Times change – England is changing and is becoming a less tolerant place. In England the NHS is under major threat and more and more we are finding that the differences between our two societies is growing ever greater.  Much has been written about the collective nature of attitudes in Scotland – because it is true. Scots are looking to the future to create a fairer and more equal society which must start with Scotland having its own voice in the world and not being a mere echo of the London-based political establishment that looks after itself first and foremost.

None of the main political parties run from England can offer us anything that is in any way good enough. The alignment of attitudes so long assumed by these parties are thankfully dissolving.  

As happy as Jack’s folks were to cross the border to improve their lives what they did should not be regarded as something positive – the notion of the ambitious Scot ready to get on his/her bike  but an indictment on the Union which sacrificed Scotland to the ultimate benefit of the southeast of England.

We don’t need this Union cobbled together in 1707. It’s time to dispense with the past, with the sentimentality that keeps Scotland as a dependency of its bigger neighbour. Scots will always come off second best in that contest. What we have to do is simple, to vote positively in September and if our friends and family in the south complain that we are not the place they fondly remember then I say that’s good because it means we have not in fact grown stagnant but are a dynamic and forward looking nation.

March 17, 2013

Let’s nail the lie about the LibDems

Let’s nail the lie. LibDems tell us how they are a moderating influence over what otherwise would be the excesses of the Conservatives in government.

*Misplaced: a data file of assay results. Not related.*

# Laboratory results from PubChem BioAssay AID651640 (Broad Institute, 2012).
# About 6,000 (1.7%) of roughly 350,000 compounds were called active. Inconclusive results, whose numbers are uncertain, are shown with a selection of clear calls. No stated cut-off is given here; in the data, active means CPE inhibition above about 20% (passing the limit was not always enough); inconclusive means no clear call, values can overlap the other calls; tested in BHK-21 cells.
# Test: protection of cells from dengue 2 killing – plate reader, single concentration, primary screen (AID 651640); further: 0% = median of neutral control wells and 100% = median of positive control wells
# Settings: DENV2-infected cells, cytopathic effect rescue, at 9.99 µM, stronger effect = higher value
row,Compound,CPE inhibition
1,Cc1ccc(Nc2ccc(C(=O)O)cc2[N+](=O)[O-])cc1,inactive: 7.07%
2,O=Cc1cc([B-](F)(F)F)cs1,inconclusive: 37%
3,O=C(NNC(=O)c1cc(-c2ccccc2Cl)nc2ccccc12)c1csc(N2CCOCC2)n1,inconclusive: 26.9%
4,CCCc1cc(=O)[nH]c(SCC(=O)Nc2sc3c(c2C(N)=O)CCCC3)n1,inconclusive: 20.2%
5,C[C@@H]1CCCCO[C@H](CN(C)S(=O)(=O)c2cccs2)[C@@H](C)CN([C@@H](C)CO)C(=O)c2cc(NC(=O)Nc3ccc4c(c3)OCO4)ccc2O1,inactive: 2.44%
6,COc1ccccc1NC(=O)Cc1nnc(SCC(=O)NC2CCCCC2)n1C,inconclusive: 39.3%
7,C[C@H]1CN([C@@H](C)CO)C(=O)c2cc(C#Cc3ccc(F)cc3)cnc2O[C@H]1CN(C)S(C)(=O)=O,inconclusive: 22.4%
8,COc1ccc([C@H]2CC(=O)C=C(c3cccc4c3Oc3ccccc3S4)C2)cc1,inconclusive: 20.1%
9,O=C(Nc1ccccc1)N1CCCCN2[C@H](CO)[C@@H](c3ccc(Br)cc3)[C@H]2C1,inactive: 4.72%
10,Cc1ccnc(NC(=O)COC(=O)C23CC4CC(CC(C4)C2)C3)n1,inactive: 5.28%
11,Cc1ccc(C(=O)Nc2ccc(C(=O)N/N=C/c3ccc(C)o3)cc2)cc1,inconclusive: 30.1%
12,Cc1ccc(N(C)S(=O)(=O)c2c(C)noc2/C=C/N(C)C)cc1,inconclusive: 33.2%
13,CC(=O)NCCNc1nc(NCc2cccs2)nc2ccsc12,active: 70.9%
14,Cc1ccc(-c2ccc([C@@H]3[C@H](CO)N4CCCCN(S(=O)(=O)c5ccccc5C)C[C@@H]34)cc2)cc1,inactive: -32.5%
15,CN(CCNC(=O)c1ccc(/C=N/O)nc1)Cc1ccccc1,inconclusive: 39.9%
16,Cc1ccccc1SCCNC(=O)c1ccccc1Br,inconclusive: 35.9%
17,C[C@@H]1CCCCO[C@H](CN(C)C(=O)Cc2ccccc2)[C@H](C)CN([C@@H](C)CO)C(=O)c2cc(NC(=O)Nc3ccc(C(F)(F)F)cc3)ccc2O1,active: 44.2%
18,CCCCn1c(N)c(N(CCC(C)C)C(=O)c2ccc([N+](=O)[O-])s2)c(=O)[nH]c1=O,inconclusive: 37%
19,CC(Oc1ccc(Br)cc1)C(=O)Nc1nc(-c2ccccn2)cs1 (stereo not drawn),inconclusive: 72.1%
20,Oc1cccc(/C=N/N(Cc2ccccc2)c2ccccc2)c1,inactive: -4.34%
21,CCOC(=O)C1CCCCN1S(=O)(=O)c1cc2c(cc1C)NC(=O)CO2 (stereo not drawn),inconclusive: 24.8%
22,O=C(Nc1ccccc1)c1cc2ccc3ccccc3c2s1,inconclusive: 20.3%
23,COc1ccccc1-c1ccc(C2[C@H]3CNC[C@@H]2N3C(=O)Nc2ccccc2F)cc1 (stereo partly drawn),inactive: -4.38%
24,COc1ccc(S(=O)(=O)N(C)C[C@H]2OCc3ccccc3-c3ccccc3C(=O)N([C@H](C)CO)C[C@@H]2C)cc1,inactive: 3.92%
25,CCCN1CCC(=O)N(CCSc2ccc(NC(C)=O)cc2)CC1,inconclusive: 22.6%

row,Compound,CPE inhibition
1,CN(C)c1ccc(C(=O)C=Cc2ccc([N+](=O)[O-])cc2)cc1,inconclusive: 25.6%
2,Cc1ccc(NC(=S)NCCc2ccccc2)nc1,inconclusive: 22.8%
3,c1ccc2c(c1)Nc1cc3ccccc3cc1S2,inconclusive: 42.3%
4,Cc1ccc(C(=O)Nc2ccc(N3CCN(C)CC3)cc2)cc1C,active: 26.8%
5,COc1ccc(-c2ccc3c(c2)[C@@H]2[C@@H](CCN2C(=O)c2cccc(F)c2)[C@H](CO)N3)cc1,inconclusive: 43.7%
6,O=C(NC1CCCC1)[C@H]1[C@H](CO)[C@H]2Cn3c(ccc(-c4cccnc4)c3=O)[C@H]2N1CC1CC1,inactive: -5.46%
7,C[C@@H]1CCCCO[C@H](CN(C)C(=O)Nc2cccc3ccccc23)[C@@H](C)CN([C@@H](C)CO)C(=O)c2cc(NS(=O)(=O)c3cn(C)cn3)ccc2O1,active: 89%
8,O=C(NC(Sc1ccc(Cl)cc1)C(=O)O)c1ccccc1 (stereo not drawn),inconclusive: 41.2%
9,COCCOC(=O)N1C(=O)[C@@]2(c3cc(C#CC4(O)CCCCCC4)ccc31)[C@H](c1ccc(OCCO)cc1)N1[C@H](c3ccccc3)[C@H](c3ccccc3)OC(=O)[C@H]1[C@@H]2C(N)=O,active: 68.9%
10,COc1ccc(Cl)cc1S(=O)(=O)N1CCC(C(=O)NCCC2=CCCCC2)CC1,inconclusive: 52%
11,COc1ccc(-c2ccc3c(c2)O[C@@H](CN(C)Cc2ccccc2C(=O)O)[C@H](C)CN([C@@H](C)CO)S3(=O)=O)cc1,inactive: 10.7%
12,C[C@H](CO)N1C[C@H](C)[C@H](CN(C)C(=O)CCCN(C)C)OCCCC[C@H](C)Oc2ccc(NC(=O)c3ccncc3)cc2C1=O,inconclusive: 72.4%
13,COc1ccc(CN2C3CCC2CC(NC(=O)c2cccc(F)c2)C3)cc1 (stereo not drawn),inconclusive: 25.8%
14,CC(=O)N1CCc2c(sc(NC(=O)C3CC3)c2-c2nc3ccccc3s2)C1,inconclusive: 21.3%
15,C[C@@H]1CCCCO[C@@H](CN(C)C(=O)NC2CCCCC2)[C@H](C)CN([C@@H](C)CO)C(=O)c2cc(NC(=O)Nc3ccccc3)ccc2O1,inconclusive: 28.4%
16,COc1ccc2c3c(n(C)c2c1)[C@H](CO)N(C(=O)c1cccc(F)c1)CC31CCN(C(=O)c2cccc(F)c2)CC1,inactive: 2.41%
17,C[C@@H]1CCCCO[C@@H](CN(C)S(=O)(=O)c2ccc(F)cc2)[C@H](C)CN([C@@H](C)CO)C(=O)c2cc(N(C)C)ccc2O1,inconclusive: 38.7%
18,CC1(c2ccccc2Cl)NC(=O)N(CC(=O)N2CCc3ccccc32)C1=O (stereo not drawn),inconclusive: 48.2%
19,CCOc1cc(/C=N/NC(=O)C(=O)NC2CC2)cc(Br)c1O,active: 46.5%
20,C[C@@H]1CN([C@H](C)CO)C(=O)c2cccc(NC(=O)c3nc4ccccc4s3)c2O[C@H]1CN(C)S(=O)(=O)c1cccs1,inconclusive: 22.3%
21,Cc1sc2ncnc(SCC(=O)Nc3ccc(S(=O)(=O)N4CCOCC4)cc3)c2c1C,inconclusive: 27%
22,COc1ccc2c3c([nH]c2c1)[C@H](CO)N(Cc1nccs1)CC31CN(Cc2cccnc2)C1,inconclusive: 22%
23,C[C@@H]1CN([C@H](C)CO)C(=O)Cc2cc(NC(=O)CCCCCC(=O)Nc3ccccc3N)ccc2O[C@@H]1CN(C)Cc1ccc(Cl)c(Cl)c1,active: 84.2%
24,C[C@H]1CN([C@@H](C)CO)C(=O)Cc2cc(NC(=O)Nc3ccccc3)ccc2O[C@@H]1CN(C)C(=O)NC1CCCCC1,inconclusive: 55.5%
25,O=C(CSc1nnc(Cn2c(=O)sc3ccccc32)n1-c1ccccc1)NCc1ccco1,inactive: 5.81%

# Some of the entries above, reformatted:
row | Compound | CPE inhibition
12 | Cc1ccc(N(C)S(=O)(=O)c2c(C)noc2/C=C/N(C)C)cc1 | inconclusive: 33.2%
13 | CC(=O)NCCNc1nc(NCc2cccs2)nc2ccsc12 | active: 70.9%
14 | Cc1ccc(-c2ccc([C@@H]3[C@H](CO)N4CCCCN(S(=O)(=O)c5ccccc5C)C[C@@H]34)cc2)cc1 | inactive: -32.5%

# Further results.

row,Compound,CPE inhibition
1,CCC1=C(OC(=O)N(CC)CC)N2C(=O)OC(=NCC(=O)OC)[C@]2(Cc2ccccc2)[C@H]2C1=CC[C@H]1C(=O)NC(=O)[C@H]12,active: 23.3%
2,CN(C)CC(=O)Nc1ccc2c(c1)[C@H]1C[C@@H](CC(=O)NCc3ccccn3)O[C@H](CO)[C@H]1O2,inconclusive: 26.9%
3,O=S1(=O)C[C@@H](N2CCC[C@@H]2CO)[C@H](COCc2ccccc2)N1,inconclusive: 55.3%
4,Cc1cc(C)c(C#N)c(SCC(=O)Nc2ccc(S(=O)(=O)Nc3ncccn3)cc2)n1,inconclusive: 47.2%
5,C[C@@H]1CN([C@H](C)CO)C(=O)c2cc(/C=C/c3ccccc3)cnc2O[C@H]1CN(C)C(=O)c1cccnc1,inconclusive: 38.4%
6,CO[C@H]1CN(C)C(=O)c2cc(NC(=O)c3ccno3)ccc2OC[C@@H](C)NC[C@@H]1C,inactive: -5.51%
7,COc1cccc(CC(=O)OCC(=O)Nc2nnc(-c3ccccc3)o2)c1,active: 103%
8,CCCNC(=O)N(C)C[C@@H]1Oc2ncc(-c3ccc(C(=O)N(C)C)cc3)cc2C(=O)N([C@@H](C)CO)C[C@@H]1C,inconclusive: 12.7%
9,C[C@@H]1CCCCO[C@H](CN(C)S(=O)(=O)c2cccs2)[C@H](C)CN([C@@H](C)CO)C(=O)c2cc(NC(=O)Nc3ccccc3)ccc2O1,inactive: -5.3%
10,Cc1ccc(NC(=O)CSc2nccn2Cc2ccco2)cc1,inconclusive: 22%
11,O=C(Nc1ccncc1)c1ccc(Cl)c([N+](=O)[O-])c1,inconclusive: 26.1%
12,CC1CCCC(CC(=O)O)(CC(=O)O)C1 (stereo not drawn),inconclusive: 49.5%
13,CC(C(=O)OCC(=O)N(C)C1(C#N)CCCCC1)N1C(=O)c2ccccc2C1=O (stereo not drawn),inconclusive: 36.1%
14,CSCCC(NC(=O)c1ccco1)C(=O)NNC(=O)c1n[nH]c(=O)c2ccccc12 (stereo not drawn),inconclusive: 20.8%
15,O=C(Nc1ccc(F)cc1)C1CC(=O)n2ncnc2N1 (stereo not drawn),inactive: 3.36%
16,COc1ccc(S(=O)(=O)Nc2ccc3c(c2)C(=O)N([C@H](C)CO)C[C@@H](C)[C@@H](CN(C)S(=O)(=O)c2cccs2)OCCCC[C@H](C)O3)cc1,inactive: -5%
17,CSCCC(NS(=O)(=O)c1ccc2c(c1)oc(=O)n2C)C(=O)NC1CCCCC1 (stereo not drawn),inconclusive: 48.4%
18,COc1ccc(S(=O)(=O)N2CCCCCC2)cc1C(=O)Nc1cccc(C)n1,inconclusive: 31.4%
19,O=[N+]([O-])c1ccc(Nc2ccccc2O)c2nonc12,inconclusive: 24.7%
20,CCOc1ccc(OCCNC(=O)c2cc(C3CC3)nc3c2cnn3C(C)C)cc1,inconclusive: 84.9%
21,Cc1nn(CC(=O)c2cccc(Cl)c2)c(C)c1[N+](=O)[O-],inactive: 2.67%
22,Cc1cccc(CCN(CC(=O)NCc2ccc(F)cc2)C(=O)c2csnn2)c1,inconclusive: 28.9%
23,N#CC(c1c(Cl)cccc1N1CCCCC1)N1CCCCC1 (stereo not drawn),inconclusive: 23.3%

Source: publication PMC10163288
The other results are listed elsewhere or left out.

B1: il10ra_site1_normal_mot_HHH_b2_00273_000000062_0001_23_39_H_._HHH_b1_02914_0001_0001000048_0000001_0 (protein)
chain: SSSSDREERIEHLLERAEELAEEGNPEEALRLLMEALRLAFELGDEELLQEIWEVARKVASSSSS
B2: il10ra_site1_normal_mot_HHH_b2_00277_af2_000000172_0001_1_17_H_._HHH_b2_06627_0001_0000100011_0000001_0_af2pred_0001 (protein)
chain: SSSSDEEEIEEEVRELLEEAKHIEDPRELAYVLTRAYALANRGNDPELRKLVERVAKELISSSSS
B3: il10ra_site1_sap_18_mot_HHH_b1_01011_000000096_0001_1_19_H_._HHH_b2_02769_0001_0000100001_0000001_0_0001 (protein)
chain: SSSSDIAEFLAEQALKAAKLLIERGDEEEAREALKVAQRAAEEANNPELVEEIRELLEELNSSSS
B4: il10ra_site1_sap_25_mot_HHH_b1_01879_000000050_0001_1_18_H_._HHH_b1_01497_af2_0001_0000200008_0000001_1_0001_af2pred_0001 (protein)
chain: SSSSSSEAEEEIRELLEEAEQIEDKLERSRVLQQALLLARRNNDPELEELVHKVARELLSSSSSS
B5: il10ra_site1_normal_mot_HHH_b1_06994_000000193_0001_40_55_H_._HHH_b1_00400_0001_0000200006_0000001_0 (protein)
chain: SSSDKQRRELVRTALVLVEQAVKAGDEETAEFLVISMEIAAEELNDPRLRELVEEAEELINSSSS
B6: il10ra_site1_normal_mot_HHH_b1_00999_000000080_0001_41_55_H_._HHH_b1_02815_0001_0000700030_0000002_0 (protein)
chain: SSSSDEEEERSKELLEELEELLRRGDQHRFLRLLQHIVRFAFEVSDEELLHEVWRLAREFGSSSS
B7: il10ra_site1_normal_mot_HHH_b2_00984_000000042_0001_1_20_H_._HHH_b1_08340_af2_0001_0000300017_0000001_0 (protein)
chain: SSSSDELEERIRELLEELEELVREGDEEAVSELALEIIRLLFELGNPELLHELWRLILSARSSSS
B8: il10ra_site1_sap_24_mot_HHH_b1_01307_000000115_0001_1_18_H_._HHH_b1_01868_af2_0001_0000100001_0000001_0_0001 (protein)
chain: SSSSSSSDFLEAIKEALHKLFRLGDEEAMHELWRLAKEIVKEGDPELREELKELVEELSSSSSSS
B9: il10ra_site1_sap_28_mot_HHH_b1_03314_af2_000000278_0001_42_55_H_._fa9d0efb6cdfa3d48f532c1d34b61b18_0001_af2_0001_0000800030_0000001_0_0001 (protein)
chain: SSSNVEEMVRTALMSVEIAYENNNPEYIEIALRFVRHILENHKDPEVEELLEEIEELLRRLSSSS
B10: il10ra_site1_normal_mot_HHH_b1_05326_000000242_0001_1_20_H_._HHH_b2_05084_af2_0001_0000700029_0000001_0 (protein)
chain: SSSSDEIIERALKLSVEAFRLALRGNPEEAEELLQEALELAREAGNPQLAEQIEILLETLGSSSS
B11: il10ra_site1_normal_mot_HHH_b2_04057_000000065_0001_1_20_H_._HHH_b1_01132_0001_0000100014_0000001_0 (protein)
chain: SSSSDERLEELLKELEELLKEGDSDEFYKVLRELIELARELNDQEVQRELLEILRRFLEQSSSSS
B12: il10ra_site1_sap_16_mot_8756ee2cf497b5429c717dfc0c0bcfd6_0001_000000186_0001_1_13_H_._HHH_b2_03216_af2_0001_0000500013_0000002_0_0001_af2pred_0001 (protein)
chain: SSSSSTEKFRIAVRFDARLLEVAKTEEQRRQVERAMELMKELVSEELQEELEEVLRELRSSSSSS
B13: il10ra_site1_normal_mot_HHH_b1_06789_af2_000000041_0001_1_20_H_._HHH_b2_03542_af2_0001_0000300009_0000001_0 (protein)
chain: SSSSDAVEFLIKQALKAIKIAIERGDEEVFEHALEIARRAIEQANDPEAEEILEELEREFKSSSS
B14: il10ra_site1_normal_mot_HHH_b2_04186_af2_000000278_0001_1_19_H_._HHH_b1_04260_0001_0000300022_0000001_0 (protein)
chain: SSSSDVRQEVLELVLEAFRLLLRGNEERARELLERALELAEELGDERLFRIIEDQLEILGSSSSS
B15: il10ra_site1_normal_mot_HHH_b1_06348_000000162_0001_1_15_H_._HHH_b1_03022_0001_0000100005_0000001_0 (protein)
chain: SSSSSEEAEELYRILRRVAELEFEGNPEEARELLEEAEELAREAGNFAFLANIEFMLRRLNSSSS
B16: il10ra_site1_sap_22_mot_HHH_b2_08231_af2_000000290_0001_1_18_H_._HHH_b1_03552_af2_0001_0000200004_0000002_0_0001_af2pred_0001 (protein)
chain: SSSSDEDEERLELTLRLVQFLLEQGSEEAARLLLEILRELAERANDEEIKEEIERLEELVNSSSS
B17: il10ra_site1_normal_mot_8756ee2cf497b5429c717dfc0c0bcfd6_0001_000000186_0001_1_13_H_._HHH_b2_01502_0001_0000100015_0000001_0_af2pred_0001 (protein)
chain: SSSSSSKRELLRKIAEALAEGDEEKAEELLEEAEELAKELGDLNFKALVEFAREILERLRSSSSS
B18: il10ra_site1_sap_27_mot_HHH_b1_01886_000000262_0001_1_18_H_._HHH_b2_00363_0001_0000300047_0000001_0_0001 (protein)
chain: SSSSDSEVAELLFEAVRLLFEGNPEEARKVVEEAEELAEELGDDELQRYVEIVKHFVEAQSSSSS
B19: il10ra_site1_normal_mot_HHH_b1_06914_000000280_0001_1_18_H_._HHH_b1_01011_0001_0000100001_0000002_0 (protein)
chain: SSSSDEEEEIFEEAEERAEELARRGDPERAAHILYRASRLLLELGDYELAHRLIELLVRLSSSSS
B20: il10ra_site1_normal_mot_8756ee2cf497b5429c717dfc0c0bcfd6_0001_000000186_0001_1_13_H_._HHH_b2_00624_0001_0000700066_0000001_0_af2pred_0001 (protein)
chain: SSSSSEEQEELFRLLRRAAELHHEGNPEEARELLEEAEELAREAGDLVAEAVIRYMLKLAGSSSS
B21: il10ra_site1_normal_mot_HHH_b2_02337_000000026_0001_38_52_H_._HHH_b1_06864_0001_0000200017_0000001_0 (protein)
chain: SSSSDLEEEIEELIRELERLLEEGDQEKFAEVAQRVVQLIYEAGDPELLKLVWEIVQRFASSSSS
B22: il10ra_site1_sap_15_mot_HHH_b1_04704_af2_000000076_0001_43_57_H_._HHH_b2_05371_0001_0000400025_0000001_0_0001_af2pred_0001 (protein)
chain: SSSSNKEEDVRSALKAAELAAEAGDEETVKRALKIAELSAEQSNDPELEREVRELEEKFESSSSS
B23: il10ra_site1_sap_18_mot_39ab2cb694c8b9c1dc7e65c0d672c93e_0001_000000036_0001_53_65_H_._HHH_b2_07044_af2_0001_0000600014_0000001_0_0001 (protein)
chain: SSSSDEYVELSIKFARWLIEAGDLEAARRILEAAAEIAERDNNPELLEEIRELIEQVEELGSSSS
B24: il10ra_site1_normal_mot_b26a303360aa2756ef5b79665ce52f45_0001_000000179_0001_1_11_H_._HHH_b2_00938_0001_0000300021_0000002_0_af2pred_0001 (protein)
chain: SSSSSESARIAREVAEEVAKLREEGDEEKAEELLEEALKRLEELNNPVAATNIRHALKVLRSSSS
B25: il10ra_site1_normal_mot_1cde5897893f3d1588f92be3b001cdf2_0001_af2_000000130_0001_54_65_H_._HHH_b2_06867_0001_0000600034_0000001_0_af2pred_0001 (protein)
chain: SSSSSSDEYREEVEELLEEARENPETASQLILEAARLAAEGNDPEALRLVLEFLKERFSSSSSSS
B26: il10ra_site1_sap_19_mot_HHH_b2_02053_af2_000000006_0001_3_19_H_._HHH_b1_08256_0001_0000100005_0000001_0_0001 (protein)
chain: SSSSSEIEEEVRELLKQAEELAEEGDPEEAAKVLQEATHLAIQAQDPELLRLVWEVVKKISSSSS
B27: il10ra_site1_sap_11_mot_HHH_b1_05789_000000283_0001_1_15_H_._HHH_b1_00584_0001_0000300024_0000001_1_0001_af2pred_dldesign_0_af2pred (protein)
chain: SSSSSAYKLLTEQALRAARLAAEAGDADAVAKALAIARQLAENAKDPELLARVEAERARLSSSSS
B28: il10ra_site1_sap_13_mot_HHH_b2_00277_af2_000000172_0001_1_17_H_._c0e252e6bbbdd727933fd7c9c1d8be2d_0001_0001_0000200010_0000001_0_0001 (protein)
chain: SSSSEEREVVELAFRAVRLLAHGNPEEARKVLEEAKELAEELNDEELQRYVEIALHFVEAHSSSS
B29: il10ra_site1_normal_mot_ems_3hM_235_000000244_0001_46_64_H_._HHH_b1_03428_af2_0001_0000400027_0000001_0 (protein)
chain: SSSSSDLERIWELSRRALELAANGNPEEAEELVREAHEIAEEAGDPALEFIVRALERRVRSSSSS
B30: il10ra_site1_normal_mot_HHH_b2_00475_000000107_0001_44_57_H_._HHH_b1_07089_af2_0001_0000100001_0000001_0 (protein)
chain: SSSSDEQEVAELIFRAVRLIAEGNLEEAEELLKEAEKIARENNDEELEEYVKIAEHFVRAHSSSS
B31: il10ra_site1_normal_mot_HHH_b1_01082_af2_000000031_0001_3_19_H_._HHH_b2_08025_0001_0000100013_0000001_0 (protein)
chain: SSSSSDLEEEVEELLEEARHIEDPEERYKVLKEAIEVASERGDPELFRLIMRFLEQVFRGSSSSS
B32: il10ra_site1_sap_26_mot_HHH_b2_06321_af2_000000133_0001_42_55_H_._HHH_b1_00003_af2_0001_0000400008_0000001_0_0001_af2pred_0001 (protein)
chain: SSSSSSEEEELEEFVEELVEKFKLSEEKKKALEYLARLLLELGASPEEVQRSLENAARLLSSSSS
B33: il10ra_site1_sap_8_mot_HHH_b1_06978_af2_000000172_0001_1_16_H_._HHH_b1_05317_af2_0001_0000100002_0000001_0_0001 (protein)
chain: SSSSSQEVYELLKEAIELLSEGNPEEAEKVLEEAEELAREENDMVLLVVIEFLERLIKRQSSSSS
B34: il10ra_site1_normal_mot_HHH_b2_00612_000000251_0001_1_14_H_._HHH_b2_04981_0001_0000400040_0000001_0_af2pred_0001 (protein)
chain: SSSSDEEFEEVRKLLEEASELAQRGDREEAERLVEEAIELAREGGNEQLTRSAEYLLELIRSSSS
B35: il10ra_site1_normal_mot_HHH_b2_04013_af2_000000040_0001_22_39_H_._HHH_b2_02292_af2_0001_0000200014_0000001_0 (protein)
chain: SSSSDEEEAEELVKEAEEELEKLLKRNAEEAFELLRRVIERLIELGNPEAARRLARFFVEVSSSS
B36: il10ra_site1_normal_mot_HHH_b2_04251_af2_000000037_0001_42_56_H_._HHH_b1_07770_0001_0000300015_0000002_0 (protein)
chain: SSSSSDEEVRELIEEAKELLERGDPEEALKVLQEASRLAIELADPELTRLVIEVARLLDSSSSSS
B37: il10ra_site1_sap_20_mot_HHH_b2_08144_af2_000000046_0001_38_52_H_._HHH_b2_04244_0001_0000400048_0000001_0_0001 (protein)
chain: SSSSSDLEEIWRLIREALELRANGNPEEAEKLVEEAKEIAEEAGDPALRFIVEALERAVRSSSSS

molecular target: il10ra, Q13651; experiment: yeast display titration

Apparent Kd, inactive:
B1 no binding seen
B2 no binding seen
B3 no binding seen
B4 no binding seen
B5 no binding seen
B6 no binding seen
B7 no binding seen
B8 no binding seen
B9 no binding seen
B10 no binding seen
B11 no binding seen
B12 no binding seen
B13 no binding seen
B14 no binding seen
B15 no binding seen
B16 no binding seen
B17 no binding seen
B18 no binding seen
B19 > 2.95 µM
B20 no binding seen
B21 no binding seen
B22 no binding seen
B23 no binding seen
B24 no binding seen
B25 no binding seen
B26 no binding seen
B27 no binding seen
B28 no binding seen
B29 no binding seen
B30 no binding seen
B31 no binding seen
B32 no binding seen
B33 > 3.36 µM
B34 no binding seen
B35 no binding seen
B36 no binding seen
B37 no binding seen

This is pure fantasy.

The LibDems far from protecting us from merciless Tory policies have enabled them.

Without the LibDems the Tories would not be imposing their austerity measures on us.

Let us not forget how eager the LibDems were at the prospect of getting into government at Westminster in 2010. They couldn’t wait to dump their election promises to park their bums on the ministerial limos’ leather seats and so we are faced with the present programme of callous attacks on the poorest and most vulnerable in this country.

The LibDems want us to see them as the good guys in this relationship. They are not.

The LibDems are responsible for every savage cut to services and every welfare attack on the vulnerable. The LibDems are as culpable for the bedroom tax as any shire Tory; as responsible for the immense pressure imposed on the mentally ill by those Atos assessments for disability benefits.

Far from doing favours for the electorate LibDems have shown themselves to be consummate hypocrites.

The years of the Blair and Brown governments saw an increase in inequality in the UK. In real terms the poor were being pushed further back into poverty while the incomes of the wealthiest rose incrementally. It surprised some that this should occur under Labour governments and the LibDems condemned Labour for its ideological move to the right. You might assume that while in government the LibDems would use their manifesto platform to halt social and economic inequality.

So what happened once the LibDems took over the limousines of power? Inequality has increased still further. Now the UK stands comes in at number 4 in the inequality stakes in the developed world and their tenure is not finished. We can be sure that however bleak things looks now they are going to get a whole lot bleaker.

And this is entirely due to the LibDems. Remember the LibDems are the yes lobby fodder of this coalition government.